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Cloud gaming tech has significant potential to upset established video game monetization models. We’re seeing stark parallels with established streaming models, like with the music and video on demand (VOD) sectors. History shows how Spotify transformed how we listen to music with its freemium and premium models, while Netflix did the same for VOD. Cloud gaming providers are still finding their feet to perfect business models that conserve their resources while keeping gamers happy.
With that in mind, we explore how both prominent players and creative cloud gaming tech startups are now currently making money to determine their best business models.
Opening new revenue streams for publishers
While hardcore gamers often purchase games on Steam or Epic at full price, and can afford to pay for expensive hardware, most gamers (casual and midcore) are reluctant to download hundreds of gigabytes of games onto their PCs, consoles, or smartphones.
Meanwhile, hundreds of millions of casual and midcore gamers don’t wish to pay for hardware or purchase games. Most publishers are already taking the opportunity to benefit from the new revenue generation streams provided by cloud gaming, especially in untapped markets. They understand how much this innovative, hardware-agnostic, immediately playable solution attracts new customers. They can see that cloud gaming is a new opportunity to improve video game content monetization, and not cannibalize traditional sales.
By licensing branded content to cloud gaming companies, publishers can expose it to much wider audiences, many of whom might not normally be playing their games. There’s certainly an appetite for it. Recent research reveals that 80 percent of current gaming subscribers are open to multiple gaming subscriptions. And with a subscription offering that encompasses titles which cater to the tastes and abilities of both casual and serious gamers, the most innovative publishers are already looking to create cloud gaming solutions that may soon match standout successes witnessed in the VOD market, such as Disney Plus, Netflix, Amazon Prime, Apple+, and HBO Max.
The subscription model
Video game fans are ready for subscription models, which they already use for music and video content. In these two industries, it was initially difficult for the IP owners to switch from their classic business model — music CDs or DVDs used to be sold for around $20 per unit — to a subscription model, where they get a few cents per user, but on a much larger scale. This switch deeply modified these two industries, but their market sizes increased overall and the major labels’ values have never been so high.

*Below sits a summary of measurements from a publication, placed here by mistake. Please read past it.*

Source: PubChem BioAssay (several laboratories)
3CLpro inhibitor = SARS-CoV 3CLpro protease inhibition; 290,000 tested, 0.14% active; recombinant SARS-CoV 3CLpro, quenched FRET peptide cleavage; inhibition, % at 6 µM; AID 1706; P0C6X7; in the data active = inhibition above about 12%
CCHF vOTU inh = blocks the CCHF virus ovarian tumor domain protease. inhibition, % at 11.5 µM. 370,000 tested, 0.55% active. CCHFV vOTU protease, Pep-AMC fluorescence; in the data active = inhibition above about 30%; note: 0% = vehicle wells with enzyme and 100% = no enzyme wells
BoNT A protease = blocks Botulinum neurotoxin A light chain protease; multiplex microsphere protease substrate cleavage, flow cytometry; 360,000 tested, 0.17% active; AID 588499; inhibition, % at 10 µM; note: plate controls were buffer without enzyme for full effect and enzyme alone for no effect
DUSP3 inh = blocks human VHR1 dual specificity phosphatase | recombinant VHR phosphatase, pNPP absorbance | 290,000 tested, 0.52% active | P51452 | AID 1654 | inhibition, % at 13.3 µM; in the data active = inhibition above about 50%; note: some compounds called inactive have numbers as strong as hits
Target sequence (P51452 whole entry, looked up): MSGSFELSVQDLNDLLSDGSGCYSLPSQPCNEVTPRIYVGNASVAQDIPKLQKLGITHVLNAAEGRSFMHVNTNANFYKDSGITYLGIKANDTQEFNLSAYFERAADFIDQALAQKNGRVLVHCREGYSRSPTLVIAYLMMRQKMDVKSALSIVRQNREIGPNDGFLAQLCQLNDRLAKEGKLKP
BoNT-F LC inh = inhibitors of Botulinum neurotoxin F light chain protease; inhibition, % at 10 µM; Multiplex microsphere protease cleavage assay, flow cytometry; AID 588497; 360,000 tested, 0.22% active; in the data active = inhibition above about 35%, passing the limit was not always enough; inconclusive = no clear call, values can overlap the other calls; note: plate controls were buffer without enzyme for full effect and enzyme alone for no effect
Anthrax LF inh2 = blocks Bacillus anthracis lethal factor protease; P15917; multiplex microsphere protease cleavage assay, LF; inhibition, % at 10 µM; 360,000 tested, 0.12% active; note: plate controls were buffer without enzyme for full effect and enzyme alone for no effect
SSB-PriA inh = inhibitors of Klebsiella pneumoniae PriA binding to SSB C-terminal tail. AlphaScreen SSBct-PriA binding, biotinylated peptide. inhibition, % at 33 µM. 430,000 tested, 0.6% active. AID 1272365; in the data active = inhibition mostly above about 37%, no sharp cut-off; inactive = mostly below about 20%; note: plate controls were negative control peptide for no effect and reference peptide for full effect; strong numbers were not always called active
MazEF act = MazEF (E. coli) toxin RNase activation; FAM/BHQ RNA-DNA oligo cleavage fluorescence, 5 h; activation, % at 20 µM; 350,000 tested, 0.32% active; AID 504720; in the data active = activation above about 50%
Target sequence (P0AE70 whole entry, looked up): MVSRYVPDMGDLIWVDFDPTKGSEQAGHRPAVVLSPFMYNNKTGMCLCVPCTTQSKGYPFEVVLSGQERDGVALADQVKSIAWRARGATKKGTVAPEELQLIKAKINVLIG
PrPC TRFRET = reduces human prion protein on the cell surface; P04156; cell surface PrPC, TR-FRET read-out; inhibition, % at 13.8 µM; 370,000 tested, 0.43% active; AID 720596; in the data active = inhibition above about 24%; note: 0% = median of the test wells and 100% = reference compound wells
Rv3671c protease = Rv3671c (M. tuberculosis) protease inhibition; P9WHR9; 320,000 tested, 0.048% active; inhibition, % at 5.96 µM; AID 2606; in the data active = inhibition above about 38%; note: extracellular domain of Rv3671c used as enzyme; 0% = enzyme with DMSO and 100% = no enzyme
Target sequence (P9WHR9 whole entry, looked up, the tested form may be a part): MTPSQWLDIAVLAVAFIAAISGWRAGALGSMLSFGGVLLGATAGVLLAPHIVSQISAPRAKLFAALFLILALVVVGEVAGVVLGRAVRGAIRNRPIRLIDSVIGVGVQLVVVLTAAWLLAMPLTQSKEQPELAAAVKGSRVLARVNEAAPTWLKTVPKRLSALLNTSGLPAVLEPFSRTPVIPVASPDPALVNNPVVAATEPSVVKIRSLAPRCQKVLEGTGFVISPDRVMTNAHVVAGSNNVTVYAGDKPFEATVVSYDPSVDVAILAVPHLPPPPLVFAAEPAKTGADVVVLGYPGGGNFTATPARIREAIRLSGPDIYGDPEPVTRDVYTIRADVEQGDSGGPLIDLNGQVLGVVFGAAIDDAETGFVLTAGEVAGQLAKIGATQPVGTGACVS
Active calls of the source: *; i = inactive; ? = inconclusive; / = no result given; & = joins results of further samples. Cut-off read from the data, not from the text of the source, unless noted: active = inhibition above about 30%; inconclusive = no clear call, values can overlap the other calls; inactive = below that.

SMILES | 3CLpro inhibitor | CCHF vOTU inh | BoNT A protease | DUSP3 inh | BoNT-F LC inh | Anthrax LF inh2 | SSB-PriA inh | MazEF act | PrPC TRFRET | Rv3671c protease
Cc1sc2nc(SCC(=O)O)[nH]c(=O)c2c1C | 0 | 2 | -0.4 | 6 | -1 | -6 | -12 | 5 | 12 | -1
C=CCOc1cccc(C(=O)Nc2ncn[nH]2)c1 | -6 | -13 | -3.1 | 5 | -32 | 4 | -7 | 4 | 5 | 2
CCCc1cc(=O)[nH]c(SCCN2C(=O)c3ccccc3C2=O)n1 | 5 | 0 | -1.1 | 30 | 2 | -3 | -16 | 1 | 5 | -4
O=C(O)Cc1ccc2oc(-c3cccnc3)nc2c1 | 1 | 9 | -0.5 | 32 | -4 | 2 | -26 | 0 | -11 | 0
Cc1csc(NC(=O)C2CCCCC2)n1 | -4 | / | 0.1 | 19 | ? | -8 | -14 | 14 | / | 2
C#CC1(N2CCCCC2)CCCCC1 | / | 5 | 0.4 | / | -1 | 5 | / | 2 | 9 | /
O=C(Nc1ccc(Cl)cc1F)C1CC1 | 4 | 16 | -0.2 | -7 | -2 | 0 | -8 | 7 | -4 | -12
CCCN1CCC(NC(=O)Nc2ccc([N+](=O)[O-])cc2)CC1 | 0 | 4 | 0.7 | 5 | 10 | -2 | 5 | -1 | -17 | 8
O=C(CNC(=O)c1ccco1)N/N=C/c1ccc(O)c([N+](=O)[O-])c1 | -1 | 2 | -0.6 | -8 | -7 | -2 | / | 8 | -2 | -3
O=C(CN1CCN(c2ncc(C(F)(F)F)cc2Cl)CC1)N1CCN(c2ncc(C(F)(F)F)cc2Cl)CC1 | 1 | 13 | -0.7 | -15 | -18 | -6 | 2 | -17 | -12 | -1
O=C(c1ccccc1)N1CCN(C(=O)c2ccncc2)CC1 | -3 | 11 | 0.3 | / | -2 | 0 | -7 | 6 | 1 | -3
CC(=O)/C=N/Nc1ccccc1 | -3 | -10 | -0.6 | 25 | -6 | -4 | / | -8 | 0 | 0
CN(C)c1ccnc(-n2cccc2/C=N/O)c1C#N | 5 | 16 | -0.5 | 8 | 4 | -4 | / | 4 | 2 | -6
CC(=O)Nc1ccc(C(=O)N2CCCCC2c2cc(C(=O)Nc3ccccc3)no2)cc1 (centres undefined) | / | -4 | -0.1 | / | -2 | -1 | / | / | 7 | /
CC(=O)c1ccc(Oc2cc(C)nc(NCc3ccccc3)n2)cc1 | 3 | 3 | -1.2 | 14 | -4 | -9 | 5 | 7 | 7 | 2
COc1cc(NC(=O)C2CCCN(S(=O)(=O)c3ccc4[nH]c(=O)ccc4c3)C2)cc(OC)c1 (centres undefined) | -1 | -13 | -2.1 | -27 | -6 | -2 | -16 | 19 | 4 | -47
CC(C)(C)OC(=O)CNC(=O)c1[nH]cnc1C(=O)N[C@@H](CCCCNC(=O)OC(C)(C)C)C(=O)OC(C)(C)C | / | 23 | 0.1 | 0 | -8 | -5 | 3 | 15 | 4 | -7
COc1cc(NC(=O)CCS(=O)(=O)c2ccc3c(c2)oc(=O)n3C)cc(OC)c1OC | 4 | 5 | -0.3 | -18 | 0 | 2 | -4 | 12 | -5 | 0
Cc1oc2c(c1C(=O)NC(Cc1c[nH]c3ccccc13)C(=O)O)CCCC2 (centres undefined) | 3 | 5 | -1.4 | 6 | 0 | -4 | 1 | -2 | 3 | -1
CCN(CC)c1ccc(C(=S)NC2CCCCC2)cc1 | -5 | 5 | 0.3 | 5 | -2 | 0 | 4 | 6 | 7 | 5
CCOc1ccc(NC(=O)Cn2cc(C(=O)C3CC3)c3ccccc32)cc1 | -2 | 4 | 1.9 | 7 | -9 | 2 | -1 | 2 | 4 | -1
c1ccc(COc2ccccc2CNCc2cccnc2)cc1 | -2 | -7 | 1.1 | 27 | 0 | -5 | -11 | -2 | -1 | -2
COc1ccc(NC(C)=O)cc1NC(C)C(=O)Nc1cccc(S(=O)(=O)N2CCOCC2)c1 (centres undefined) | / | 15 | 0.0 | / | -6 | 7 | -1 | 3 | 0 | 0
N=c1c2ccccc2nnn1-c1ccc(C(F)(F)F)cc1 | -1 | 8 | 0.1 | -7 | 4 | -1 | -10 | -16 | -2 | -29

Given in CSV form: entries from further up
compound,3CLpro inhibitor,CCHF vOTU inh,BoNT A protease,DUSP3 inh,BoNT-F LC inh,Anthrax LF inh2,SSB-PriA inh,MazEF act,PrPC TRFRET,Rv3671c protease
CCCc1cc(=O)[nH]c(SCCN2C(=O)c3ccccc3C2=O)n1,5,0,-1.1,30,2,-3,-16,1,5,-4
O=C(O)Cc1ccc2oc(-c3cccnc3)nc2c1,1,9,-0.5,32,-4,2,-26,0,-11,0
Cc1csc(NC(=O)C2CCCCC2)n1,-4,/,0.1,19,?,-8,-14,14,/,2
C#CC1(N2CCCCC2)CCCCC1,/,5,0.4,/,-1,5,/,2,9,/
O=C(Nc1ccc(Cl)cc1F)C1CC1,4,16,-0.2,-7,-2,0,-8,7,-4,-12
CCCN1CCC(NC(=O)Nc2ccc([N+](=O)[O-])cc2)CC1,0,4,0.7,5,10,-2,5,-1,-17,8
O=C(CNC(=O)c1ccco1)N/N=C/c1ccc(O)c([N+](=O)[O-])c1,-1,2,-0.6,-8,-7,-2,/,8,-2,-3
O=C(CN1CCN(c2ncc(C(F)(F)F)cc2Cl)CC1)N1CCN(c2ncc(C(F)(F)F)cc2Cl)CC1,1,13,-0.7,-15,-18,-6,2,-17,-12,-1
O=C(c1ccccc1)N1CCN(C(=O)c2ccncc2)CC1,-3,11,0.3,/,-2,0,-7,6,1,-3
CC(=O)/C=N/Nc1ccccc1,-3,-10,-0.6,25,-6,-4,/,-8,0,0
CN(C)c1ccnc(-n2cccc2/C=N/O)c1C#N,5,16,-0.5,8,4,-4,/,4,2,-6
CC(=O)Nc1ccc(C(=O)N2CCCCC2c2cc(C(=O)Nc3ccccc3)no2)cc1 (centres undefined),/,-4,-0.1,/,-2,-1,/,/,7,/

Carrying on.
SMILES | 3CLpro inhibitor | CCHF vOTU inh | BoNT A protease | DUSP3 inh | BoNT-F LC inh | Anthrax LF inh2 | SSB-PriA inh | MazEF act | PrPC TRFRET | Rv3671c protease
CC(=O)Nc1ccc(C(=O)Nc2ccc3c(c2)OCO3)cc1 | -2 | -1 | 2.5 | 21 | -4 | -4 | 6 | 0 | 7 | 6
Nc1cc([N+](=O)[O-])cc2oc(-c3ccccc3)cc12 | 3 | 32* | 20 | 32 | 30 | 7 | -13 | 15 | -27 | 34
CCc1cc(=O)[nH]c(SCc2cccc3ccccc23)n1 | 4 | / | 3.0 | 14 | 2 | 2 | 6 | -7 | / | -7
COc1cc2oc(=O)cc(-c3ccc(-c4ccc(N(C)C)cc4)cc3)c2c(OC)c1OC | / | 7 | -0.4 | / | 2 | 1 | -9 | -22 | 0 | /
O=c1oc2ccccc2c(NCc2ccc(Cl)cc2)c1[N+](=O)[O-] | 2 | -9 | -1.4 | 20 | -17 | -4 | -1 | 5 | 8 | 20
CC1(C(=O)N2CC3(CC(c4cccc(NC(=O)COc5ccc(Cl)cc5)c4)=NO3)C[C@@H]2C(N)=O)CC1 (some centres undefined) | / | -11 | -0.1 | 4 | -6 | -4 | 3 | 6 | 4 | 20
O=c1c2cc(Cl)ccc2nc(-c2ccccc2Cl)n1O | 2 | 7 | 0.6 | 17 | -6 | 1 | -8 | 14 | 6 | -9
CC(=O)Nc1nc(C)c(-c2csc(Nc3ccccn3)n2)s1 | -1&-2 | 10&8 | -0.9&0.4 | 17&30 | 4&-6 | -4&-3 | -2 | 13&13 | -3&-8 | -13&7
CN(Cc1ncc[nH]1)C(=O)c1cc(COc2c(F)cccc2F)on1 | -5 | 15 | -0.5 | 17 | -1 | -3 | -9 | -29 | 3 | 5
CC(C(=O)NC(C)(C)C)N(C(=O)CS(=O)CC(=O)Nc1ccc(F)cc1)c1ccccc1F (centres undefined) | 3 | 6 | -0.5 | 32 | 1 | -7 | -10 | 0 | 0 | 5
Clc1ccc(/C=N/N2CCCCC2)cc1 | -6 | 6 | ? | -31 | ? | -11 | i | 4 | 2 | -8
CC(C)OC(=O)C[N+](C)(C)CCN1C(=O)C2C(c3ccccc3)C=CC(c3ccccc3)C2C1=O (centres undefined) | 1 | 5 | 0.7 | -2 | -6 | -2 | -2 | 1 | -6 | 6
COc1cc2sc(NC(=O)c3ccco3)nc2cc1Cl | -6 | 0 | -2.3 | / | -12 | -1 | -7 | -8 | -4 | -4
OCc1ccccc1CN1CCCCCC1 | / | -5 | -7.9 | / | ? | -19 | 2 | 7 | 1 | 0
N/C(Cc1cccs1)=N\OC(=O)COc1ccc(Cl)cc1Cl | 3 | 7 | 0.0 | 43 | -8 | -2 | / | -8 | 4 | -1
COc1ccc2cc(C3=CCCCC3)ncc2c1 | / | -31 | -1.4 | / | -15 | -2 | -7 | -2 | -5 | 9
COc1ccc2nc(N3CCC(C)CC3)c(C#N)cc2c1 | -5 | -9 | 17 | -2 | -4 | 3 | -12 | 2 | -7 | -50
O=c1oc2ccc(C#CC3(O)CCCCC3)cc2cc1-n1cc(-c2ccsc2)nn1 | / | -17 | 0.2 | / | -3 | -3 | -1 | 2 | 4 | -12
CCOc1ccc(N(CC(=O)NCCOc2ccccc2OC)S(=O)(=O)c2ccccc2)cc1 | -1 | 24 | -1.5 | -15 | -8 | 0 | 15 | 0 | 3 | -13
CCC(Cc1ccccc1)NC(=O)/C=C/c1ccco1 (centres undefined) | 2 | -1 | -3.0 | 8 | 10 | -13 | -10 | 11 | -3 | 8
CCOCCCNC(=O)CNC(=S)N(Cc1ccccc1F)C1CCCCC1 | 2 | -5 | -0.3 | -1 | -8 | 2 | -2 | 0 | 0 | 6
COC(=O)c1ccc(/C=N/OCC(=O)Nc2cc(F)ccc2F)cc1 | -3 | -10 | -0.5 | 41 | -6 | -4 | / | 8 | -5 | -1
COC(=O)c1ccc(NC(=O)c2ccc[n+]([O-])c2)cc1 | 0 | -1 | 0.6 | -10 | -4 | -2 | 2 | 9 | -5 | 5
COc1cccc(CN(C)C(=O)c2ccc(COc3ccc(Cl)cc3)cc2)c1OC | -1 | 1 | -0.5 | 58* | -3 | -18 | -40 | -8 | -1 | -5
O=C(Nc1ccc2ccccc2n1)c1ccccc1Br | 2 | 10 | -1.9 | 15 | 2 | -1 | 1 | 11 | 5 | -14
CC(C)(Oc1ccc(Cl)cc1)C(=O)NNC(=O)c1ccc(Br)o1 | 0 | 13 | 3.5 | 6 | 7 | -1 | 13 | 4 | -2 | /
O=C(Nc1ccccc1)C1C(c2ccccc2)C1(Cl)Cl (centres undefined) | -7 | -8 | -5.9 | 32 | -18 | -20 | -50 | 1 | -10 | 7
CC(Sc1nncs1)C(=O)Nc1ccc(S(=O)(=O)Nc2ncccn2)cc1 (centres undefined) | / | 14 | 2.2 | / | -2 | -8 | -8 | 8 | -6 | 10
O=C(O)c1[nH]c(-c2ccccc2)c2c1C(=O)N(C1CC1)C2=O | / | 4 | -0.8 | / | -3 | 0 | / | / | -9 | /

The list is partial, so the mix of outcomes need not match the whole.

Video games publishers are in exactly the same situation as music publishers were in 15 years ago, and they’re interested in a recurrent and stable source of revenues. Thanks to the incredible amount of data that cloud gaming services collect, they also get more information on their fans’ usages and expectations.
I also believe in the upcoming prosumer approach, which will allow games fans not only to subscribe to a cloud gaming service carrying their preferred games but also get closer to their favorite development teams.
The self-publishing cloud gaming monetization model
Publishers are beginning to realize that cloud gaming enables them to easily reach significant segments of their fan bases with limited computational resources, or those that don’t typically invest in hardware such as PCs or consoles. An increasing number of our publishing partners are now exploring cloud gaming strategies to reach new untapped audiences, thereby creating new lines of direct communication and engagement with fans.